Electric vehicle startup Rivian gets a jolt from big Amazon.com van order

By Ben Klayman DETROIT (Reuters) - Electric vehicle startup Rivian Automotive LLC got a big boost from one of its investors on Thursday when Amazon.com announced it was ordering 100,000 electric delivery vans. Before Rivian has even begun commercial production at its factory in Normal, Illinois, the Amazon order rocketed it to the forefront of electric vehicle makers.

Reuters September 20, 2019 00:07:42 IST
Electric vehicle startup Rivian gets a jolt from big Amazon.com van order

Electric vehicle startup Rivian gets a jolt from big Amazoncom van order

By Ben Klayman

DETROIT (Reuters) - Electric vehicle startup Rivian Automotive LLC got a big boost from one of its investors on Thursday when Amazon.com announced it was ordering 100,000 electric delivery vans.

Before Rivian has even begun commercial production at its factory in Normal, Illinois, the Amazon order rocketed it to the forefront of electric vehicle makers.

Amazon Chief Executive Jeff Bezos said in Washington that as part of the online retailer's plan to be carbon neutral by 2040 it would order the electric vans from Rivian, with deliveries starting in 2021. The goal is to deploy all the vehicles by 2024.

Rivian, a potential rival to Silicon Valley's Tesla Inc, unveiled its electric R1T pickup and R1S SUV last November, but had piqued Amazon's interest earlier. Bezos personally reached out to Rivian CEO R.J. Scaringe last summer to express interest in an investment, sources previously said.

Plymouth, Michigan-based Rivian, founded in 2009, has raised close to $1.9 billion from investors, including a $700 million February round led by Amazon.

The deal solidifies Rivian's place among EV builders, said Sam Fiorani, a vice president with Auto Forecast Solutions. "It helps boost the image of the (Rivian) brand," he said.

Rivian aspires to be the first to produce a mass market electric pickup. It intends to begin selling its R1T by the end of 2020, a target that has not changed with the Amazon deal in place, said Rivian spokeswoman Amy Mast said.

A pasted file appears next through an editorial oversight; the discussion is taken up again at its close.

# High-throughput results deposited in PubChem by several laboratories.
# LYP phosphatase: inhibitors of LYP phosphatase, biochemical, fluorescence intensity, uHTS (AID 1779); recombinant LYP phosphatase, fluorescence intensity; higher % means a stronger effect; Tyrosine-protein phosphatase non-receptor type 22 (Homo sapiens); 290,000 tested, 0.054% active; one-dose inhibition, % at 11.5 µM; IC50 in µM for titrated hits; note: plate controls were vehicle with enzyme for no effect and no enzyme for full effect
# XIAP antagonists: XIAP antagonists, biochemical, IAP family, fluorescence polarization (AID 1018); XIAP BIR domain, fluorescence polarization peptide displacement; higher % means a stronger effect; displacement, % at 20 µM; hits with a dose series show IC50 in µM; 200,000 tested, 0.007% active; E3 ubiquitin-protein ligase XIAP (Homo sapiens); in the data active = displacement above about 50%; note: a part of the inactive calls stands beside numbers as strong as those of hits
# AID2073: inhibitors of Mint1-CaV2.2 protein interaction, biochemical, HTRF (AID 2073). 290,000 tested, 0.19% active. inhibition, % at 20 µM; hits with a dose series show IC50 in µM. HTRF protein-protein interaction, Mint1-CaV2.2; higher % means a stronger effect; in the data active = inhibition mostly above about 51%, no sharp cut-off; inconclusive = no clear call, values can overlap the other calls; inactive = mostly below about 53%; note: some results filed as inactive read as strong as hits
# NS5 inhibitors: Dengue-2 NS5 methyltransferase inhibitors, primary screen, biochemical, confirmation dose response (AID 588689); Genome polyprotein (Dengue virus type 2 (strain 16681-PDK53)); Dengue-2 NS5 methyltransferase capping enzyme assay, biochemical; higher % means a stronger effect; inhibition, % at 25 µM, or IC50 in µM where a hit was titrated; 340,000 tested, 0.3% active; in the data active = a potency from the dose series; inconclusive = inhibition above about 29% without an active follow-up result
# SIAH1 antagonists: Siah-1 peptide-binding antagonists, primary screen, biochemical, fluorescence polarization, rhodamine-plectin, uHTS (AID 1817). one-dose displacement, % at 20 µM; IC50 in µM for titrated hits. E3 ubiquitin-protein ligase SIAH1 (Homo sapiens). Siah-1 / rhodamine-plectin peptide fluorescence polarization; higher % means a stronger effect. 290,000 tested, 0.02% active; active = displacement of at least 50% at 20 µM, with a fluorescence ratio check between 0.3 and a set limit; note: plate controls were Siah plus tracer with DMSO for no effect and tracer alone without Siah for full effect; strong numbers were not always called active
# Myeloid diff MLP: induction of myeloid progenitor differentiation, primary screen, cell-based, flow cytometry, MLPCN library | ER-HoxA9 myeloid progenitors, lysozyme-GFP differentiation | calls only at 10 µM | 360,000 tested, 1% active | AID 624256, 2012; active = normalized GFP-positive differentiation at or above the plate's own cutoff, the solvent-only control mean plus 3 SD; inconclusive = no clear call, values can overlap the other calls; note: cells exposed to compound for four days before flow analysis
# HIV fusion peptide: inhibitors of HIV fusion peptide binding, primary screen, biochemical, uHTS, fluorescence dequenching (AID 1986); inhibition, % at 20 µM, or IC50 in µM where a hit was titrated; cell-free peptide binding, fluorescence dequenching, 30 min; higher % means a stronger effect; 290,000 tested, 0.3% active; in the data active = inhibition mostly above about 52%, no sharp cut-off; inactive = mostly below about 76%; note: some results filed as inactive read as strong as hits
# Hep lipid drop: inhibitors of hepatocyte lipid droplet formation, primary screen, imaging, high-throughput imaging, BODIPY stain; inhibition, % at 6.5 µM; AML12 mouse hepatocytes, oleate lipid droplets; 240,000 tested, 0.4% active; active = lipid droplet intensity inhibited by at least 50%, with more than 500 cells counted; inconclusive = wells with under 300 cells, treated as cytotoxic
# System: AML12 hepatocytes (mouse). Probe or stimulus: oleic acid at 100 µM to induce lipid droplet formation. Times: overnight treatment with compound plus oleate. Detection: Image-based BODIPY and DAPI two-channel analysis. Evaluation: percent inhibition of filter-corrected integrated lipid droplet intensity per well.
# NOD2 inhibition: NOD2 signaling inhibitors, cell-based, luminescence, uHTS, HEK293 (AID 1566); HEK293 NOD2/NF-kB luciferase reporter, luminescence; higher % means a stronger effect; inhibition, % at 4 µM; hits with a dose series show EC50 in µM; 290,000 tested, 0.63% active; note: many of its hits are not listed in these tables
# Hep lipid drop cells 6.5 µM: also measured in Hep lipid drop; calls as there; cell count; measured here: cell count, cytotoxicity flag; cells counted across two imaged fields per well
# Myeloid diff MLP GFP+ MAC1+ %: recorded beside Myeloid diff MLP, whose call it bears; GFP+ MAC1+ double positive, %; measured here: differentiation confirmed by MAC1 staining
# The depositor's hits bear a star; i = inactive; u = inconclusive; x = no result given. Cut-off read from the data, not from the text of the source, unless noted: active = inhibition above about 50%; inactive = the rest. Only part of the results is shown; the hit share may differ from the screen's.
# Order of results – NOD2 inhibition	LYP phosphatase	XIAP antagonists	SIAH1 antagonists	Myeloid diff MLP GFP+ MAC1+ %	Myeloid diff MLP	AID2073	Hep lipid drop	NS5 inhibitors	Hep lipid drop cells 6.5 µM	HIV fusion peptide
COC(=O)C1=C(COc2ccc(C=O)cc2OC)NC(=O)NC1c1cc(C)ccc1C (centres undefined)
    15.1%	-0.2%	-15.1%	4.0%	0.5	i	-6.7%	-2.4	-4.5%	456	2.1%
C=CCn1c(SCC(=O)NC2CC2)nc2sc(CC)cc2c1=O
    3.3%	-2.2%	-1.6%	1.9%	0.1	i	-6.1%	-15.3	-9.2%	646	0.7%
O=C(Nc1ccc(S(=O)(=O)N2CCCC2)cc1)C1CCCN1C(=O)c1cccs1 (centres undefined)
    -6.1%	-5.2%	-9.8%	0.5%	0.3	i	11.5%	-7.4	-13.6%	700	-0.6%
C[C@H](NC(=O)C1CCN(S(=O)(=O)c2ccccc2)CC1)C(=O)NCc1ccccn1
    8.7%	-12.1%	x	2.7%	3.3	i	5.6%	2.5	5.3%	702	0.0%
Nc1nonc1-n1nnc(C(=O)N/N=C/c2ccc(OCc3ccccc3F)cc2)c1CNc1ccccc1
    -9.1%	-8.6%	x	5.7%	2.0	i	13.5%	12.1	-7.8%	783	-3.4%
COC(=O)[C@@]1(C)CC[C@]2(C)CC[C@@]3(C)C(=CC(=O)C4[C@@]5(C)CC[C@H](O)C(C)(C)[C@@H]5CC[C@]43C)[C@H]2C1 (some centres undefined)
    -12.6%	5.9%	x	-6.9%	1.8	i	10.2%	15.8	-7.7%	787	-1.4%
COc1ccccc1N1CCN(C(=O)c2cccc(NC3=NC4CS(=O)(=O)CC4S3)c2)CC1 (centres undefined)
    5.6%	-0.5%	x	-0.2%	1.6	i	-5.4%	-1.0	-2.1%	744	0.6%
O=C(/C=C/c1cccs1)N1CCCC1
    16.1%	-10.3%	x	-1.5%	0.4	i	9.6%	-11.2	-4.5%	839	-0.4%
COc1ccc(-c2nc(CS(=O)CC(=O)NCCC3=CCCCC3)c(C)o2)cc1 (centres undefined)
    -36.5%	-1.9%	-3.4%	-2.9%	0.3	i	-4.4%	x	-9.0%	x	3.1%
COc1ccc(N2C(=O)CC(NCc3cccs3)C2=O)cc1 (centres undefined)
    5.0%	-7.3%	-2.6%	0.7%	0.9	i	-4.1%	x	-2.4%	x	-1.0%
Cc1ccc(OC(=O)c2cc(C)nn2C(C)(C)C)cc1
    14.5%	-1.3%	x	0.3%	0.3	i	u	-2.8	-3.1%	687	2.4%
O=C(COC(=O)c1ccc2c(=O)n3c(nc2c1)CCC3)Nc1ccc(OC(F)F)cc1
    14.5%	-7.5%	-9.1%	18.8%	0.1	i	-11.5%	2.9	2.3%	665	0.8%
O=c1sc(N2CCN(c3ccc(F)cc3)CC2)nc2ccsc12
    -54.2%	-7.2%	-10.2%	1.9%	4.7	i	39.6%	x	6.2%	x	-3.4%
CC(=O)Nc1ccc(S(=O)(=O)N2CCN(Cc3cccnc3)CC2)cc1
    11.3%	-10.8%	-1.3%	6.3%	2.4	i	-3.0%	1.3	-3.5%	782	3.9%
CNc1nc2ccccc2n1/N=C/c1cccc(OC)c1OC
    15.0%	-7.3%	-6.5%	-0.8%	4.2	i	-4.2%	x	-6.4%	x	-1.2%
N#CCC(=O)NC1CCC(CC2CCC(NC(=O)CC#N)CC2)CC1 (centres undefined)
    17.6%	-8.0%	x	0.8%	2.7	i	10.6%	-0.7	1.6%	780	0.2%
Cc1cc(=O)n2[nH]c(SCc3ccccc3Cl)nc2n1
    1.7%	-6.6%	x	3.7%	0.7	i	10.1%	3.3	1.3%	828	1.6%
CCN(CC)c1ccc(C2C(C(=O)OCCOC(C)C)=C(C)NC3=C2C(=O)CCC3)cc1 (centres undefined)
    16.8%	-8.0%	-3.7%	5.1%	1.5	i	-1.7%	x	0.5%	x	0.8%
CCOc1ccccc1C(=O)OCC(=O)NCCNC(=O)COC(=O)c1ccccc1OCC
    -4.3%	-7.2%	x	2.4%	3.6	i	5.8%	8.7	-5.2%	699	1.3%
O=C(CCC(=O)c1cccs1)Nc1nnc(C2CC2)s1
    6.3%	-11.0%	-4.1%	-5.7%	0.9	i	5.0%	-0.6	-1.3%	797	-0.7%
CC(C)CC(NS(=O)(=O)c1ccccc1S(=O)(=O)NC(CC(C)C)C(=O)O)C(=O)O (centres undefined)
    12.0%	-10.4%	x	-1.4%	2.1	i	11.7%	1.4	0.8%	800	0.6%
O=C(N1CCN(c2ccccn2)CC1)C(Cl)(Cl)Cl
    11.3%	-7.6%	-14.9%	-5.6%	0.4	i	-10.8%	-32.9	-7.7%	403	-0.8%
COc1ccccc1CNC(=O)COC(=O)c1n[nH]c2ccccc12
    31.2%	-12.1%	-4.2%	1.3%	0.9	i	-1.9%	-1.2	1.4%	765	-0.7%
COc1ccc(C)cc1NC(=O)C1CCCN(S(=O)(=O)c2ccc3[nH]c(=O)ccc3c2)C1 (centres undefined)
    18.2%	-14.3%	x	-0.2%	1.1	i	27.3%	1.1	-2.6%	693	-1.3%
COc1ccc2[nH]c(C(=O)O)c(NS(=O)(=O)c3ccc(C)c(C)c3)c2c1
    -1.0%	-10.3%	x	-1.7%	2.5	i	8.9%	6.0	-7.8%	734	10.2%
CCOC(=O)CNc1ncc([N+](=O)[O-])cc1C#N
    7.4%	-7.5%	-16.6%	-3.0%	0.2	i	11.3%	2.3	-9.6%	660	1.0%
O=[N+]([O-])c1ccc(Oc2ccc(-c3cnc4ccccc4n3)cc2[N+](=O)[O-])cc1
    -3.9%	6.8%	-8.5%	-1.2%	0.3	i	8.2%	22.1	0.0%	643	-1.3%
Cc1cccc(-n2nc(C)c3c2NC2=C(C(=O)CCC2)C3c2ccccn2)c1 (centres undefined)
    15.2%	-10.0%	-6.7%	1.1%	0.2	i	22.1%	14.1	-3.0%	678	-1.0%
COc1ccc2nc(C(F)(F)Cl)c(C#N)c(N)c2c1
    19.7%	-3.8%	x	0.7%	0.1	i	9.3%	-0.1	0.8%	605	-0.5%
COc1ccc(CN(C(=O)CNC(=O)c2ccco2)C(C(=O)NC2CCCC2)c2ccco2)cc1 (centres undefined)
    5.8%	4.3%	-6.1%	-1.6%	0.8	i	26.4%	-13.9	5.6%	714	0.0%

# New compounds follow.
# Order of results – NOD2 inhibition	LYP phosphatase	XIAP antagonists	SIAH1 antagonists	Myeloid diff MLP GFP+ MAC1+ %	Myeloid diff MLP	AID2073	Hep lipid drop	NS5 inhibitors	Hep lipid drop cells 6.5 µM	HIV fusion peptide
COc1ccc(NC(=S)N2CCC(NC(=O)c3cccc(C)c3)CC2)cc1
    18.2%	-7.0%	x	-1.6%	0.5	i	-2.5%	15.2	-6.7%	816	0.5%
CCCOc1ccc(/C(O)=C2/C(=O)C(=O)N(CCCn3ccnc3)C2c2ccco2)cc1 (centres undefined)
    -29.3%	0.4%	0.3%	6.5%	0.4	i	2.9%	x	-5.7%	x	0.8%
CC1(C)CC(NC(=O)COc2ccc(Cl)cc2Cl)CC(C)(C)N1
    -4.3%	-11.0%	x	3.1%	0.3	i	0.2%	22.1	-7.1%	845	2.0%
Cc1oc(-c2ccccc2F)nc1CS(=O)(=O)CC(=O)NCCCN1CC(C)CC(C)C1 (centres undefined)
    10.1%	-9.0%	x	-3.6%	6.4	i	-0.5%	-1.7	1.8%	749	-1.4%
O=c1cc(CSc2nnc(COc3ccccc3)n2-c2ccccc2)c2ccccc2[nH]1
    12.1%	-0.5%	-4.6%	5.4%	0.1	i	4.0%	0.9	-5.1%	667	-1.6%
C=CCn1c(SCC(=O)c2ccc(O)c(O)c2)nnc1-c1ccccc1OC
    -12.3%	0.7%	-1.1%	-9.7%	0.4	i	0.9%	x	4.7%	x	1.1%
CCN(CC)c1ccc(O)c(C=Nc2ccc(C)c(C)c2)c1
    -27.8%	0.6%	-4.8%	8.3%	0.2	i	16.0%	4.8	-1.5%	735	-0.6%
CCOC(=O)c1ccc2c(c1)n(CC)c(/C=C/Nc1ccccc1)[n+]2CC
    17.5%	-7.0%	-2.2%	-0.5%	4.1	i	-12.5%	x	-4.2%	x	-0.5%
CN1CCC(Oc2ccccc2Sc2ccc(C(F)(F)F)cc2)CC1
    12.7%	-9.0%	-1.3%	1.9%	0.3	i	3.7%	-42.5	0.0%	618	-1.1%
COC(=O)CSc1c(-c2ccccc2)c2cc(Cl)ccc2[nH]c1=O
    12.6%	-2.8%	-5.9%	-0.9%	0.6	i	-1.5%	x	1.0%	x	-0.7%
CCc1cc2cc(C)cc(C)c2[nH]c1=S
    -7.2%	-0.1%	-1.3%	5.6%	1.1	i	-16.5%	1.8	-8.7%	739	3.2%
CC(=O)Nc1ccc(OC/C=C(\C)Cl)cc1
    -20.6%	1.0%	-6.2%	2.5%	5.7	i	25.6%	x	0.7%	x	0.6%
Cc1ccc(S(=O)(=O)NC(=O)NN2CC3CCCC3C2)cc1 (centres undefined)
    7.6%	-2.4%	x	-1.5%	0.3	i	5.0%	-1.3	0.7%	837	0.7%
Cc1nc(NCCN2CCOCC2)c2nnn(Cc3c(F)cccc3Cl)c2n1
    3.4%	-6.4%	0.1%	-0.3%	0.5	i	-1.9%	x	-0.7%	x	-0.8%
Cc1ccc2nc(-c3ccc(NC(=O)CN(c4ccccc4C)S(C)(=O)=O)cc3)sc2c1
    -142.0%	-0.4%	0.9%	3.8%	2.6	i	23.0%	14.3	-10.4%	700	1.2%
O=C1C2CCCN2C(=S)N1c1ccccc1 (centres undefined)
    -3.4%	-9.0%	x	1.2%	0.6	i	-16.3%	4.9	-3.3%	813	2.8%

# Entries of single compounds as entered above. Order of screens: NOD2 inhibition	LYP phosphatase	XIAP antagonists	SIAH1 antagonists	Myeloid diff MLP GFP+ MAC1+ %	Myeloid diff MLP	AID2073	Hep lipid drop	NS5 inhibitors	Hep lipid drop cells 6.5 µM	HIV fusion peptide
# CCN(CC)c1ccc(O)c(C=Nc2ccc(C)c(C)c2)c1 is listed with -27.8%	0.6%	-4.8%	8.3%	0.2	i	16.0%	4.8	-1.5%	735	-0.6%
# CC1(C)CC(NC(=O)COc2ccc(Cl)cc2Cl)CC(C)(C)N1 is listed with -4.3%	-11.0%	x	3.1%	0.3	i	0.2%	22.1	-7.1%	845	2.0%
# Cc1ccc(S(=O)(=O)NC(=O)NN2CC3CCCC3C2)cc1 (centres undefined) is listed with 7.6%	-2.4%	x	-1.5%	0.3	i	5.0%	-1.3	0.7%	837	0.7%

Traditional U.S. automakers Ford Motor Co, a Rivian investor, and General Motors Co, as well as Tesla, are pushing to develop their own electric pickups.

The Amazon vans, under the exclusive deal, will be built at Rivian's plant, a former Mitsubishi factory in Normal, Illinois, Mast said. The first vehicles will be delivered in 2021 and 10,000 should be on the road by late 2022, she said. The vehicles will be serviced by Rivian.

Scaringe has described the Rivian vehicle's platform as a skateboard that packages the drive units, battery pack, suspension system, brakes and cooling system all below wheel height to allow for more storage space and greater stability due to a lower center of gravity.

Amazon is looking to speed packages to shoppers' doorsteps regardless of spikes in consumer demand or shortages of delivery personnel. Last year, Daimler AG's Mercedes-Benz said Amazon had become the biggest customer of its Sprinter vans, securing 20,000 vehicles for delivery contractors.

Ford invested $500 million in Rivian in April with plans to use the Rivian EV platform to build a new vehicle in North America. Details of that vehicle were not disclosed. Ford is not involved in the Rivian deal, Mast said.

Cox Automotive Inc, the owner of the Autotrader online automobile market and the Kelley Blue Book car valuation service, invested $350 million in Rivian this month. The companies will explore partnerships in digital retailing, service operations and logistics.

Other backers include Saudi auto distributor Abdul Latif Jameel Co, Sumitomo Corp of Americas and Standard Chartered Bank.

Amazon's reputation and the contract size would raise Rivian's status with potential customers and investors, Fiorani said. It also offers the advantage of not having to chase buyers or ship vehicles all over the country.

(Reporting by Ben Klayman in Detroit; Editing by David Gregorio)

This story has not been edited by Firstpost staff and is generated by auto-feed.

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